Ethiopia has been sending cyclists to the Olympic Games since the 1950s but has never sent a rider to the Tour de France. Until now. Tsgabu Gebremaryam Grmay is competing this year before racing in the Brazil Olympics next month.
“I’m so excited because I’ve never done this race,” he says with less than 24 hours to the first stage. “For me the Tour de France is not just about finishing 21 stages. It’s about doing something special. I’m ready to do something in this tour.
“I’m ready to fight.”
He’s riding in the Italian team Lampre-Merida that includes the powerful Rui Costa and the young South African Louis Meintjes. The squad will be chasing stage wins and a good showing in the general classification.
Tsgabu Grmay has been spoken about as one of the top cyclists from Africa for some time. Before he turned 20 he took a fifth place at the Tour of Rwanda. In 2013 he was fifth in Gabon’s prestigious Tropicale Amissa Bongo and he picked up a stage win and a second place overall in the Tour of Taiwan.
Two European tours last year
Last year, in his first season with Lampre-Merida, he completed the two other big European tours, the Giro d’Italia and the Vuelta a Espana, and he won the individual time trial at the African Championships.
“I did the Giro and the Vuelta and I finished. I have the experience. My legs know how to ride for 21 days,” he says. “On the Giro and the Vuelta, in the third week I was getting better. My recovery was good. I learned a lot.”
Tsgabu says he’s dreamed of racing the Tour de France since he spent time at the World Cycling Centre in Aigle, Switzerland, five years ago.
Ethiopia’s neighbour Eritrea was in the Tour de France spotlight last year, when the first African-registered team (MTN-Qhubeka, now Dimension Data) rode the tour with Daniel Teklehaimanot and Natnael Berhane.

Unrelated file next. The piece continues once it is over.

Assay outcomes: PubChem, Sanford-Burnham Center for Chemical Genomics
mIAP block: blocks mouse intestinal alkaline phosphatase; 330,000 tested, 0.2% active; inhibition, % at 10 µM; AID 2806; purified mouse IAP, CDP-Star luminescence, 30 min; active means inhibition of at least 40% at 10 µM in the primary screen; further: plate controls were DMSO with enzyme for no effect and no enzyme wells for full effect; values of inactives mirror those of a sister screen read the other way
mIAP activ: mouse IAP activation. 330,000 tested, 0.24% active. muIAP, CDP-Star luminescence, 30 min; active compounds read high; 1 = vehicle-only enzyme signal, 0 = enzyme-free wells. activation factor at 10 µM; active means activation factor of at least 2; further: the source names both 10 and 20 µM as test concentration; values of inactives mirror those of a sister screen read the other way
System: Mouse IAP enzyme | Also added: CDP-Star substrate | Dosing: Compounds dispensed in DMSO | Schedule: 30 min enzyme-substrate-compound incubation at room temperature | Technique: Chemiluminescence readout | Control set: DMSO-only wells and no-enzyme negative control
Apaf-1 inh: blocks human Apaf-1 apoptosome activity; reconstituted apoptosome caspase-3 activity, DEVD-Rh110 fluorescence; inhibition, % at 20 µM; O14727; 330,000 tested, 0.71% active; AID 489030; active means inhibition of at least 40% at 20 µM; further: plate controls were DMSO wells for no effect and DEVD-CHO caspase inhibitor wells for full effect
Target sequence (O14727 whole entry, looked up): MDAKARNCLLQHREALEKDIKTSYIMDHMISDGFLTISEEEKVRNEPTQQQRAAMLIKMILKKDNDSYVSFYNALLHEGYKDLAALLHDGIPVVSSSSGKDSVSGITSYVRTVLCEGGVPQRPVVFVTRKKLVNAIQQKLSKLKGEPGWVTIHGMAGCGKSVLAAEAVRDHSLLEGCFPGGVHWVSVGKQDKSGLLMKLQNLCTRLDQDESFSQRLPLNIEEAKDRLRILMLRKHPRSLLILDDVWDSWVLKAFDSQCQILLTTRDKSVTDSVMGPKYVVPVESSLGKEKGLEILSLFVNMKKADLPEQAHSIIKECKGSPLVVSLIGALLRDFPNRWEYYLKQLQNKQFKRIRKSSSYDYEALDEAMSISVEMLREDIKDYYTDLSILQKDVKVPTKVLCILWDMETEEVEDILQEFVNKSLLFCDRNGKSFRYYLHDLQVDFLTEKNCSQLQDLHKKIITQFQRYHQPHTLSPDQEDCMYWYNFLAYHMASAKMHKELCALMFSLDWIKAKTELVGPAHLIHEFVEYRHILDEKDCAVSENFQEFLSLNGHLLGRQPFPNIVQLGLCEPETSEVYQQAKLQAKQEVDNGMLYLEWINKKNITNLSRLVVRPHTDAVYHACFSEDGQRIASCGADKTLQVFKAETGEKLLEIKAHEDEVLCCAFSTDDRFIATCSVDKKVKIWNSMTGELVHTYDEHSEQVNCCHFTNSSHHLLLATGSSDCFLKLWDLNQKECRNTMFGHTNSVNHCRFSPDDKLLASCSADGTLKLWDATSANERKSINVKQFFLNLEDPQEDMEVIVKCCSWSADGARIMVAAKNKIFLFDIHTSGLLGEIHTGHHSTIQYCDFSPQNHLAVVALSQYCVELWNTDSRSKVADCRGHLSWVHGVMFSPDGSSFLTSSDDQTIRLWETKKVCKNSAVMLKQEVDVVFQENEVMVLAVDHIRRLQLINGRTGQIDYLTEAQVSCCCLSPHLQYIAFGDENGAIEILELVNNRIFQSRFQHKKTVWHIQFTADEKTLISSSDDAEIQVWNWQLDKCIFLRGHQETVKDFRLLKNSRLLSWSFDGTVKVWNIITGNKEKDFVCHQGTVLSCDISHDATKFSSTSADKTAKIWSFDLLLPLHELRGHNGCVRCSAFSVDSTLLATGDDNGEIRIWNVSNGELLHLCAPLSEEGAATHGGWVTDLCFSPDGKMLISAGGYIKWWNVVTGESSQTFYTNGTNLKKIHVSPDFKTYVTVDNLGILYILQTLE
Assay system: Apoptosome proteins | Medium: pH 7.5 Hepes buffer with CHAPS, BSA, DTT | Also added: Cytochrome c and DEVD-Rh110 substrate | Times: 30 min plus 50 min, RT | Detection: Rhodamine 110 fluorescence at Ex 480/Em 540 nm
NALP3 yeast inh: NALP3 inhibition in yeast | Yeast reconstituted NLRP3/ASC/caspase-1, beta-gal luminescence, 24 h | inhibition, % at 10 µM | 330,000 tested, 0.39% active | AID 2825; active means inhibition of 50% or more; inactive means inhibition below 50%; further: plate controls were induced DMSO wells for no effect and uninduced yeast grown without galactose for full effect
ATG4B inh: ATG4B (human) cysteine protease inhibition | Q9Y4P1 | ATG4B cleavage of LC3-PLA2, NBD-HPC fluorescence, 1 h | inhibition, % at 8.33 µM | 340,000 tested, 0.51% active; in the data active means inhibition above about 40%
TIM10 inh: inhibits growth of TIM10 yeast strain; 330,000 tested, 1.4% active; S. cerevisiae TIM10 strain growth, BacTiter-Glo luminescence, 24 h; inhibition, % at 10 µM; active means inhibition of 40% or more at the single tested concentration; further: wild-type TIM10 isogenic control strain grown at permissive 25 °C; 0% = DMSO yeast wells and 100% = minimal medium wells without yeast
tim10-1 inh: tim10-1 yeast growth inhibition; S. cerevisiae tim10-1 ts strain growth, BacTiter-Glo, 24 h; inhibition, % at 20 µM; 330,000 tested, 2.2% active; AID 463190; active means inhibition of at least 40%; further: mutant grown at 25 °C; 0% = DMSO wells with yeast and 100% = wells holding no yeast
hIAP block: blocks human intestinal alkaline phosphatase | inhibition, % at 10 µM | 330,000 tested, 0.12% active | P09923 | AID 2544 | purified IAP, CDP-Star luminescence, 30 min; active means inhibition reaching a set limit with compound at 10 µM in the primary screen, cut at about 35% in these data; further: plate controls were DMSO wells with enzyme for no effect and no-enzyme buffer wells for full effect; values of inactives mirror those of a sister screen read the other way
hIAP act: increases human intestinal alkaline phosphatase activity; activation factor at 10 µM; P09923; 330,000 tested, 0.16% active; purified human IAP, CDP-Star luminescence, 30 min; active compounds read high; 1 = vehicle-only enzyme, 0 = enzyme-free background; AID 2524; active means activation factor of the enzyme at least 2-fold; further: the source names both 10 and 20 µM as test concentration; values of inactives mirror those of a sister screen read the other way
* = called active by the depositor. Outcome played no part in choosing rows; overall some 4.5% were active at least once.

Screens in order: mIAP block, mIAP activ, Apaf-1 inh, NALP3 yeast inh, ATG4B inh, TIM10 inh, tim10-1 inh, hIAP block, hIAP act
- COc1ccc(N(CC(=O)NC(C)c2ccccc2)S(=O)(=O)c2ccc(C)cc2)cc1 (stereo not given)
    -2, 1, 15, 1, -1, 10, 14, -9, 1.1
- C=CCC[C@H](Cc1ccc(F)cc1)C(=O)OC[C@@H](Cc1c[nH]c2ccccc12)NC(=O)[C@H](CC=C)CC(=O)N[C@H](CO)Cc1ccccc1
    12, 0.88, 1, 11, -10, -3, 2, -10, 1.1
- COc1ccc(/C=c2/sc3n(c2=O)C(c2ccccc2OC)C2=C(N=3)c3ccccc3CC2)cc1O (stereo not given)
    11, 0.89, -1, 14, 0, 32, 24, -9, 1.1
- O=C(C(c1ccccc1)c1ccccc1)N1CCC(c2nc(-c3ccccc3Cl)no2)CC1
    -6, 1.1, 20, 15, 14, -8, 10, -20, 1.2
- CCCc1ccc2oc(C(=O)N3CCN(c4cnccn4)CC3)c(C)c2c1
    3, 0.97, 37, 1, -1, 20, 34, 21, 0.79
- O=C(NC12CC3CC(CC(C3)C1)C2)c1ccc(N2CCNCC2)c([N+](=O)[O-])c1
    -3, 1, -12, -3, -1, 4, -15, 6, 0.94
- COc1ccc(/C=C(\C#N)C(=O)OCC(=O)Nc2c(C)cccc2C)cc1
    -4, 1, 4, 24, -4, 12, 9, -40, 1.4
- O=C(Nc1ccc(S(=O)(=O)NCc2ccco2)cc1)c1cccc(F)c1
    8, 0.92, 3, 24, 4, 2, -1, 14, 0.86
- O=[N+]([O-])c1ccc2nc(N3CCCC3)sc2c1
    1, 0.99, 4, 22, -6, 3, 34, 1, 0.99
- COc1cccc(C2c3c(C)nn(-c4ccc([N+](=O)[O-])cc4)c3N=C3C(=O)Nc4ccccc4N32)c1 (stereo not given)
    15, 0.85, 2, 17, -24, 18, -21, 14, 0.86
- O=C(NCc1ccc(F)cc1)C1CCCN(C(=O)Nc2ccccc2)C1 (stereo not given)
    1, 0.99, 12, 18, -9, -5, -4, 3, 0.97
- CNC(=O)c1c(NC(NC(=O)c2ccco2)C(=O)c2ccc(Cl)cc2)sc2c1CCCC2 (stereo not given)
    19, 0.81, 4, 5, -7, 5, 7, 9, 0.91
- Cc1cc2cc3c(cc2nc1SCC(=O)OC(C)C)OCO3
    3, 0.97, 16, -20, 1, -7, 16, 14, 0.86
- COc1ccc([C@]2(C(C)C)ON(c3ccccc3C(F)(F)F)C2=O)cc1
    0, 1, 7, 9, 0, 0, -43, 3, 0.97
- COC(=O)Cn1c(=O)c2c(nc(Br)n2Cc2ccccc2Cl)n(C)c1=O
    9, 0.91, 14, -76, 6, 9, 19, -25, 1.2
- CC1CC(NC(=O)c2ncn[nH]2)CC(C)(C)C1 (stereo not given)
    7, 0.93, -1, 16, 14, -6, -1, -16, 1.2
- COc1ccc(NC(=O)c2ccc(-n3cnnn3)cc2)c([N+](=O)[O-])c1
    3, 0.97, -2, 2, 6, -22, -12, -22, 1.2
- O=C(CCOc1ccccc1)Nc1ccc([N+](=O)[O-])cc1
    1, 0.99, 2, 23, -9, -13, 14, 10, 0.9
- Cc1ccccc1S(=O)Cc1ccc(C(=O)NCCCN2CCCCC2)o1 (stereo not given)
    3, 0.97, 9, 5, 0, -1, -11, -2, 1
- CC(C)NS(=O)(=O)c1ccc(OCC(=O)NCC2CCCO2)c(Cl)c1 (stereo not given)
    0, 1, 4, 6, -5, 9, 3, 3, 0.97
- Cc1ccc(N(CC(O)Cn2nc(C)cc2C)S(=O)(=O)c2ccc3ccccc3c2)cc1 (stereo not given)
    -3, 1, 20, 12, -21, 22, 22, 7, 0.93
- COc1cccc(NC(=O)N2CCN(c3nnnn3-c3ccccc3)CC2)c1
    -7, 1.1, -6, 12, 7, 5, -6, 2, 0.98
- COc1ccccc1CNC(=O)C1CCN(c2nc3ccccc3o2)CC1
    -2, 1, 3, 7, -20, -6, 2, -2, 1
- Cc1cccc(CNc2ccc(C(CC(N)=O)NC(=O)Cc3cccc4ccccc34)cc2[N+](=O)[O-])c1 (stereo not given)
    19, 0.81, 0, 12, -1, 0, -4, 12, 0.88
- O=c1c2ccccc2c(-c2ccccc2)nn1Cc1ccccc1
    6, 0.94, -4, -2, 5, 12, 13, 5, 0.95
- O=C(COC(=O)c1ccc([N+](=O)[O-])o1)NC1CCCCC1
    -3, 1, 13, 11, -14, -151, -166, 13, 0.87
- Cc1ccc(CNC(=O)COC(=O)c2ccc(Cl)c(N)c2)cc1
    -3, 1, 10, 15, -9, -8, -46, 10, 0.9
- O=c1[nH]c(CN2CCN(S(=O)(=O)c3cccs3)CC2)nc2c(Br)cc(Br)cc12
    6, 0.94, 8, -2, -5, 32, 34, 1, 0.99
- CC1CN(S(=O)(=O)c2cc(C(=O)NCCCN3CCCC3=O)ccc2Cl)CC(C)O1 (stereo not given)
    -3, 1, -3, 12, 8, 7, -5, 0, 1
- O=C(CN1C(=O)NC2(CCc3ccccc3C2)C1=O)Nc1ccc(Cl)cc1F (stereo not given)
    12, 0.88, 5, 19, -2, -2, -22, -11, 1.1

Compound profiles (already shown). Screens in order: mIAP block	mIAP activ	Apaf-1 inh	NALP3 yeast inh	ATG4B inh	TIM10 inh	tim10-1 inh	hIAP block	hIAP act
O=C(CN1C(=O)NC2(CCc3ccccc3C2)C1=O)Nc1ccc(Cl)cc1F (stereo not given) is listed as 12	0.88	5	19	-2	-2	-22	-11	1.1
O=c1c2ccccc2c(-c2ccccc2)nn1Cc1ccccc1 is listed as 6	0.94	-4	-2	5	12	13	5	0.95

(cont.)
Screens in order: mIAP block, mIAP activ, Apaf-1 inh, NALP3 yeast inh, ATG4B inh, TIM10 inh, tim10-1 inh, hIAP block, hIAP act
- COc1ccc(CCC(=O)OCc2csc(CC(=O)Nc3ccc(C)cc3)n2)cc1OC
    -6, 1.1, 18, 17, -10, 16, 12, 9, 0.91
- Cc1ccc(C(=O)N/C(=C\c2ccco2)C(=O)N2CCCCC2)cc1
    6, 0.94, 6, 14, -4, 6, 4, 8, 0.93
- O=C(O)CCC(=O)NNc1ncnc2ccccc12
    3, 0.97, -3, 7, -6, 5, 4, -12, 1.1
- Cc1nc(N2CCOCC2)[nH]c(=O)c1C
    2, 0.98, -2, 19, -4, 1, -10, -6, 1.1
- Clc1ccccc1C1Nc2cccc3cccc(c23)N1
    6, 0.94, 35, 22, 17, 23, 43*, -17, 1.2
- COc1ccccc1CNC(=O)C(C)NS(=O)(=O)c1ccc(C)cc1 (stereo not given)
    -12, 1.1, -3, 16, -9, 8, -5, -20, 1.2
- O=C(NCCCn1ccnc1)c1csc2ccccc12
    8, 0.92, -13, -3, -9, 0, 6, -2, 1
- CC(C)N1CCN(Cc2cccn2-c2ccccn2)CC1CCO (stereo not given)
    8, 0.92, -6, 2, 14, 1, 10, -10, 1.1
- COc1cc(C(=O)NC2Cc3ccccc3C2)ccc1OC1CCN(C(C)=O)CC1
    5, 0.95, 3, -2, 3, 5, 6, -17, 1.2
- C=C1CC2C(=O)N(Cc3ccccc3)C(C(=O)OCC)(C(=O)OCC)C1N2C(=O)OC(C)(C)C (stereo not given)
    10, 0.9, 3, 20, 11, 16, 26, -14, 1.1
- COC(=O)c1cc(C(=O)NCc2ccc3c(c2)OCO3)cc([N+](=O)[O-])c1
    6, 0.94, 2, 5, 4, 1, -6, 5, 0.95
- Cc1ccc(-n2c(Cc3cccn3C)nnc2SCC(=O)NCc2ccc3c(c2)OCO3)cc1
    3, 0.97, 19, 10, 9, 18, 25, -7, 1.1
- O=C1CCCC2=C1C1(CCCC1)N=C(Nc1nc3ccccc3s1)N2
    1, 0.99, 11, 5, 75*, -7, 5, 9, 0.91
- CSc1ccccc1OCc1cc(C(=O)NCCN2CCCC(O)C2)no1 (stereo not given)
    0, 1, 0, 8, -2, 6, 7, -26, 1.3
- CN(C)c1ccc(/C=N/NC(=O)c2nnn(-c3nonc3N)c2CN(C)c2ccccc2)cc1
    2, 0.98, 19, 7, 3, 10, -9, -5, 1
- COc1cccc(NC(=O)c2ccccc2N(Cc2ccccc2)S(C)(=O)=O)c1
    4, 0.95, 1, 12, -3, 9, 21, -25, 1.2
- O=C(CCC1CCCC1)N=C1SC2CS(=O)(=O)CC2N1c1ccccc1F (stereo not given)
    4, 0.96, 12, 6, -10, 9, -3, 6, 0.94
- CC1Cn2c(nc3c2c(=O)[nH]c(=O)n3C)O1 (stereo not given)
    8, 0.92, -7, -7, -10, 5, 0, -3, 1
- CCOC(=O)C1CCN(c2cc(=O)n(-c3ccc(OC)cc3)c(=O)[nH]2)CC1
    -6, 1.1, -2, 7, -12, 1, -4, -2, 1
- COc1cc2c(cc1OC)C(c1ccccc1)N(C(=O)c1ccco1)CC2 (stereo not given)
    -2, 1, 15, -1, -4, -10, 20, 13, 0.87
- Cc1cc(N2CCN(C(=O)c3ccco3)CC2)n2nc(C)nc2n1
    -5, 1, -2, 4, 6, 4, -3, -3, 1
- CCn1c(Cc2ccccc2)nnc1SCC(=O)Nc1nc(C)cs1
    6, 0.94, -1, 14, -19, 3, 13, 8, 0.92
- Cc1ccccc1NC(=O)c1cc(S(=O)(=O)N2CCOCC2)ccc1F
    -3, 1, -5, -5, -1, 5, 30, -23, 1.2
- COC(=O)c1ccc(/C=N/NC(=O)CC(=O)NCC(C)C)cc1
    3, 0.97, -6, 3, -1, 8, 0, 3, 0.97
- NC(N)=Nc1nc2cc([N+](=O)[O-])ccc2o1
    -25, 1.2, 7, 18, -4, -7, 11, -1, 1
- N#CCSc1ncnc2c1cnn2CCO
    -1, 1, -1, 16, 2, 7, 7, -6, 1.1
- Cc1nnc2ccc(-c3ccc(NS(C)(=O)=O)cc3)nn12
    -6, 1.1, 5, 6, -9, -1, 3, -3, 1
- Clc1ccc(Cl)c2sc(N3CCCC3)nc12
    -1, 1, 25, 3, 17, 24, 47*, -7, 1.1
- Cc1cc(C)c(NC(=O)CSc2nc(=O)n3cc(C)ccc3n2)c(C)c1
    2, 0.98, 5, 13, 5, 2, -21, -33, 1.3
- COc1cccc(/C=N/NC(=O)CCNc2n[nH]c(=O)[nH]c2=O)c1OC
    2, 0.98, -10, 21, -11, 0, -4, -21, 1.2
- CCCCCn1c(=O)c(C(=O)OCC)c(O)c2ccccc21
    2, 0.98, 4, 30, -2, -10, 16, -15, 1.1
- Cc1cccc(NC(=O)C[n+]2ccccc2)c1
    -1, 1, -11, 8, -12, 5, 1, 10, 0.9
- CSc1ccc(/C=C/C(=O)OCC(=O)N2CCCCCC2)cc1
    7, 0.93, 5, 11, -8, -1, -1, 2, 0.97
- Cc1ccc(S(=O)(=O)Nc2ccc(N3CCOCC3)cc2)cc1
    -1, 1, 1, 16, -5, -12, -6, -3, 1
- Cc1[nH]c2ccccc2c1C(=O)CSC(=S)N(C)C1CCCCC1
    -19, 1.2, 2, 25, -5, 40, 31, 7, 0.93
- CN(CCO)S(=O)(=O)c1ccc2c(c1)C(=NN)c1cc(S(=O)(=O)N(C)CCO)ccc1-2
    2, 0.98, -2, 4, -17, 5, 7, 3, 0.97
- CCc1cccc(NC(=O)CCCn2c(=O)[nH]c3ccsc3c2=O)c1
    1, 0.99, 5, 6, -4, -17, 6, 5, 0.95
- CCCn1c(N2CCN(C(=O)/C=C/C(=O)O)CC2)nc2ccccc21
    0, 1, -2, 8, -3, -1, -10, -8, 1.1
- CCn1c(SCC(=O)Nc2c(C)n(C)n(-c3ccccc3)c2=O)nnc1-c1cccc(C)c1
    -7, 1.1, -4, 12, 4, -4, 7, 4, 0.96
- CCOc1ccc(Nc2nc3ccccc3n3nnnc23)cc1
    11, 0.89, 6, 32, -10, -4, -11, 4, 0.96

In this year’s Critérium du Dauphiné, the one-week June race around France that’s often used as a warm up for Le Tour, Tsgabu finished second in the King of the Mountains category to Teklehaimanot.
“It came from getting into the breakaway every day in the long mountains,” he explains.
He says he didn’t set out to compete for the jersey, but that the idea of fighting for a jersey is now stuck in his mind for the future.
“In the end it was only five points,” he notes.
Training in Etiopia’s highlands
Tsgabu comes from Ethiopia’s northern highlands. The air is thin in his hometown of Mekele, which sits at over 2000m. He returns often from the Lampre Merida base in Italy and trains in the roads around Mekele. He only has enough paved road for three hours on the bike. After that he has to ride the same roads again.
There are more good young riders coming up in Ethiopia, he says. “They can see the possibility now.”
Although it was not easy to watch European cycling six or seven years ago in Mekele, he says, now there are plenty of free-to-view satellite channels that show the big Tours.
This means Ethiopia will be watching Tsgabu as the Tour rolls round France.
“It’s something special. We’ve never done this before. Everybody knows about runners but now there’s something special with cycling,” he says. “So I’m happy. And proud.
“A lot of (Ethiopian) media are talking about the Tour de France, or cycling. When the confirmation came from the team (that he would race in the Tour) I had many interviews with local TVs, FMs (radios), magazines. So I’m starting to be famous.”
Tsgabu was one of 10 children in a family that likes sport. His father and his eldest brother were cyclists and two of his other siblings are runners. “And my small brother is starting cycling. My girlfriend is also a cyclist (the talented Ethiopian Hadnet Asmelash). It’s all about cycling.”
As a young teenager Tsgabu did a bit of goalkeeping in under-age football. But cycling was his sport. “I grew up cycling with a bike, going to school every day with a bike, going to the shop. I grew up with a bike.”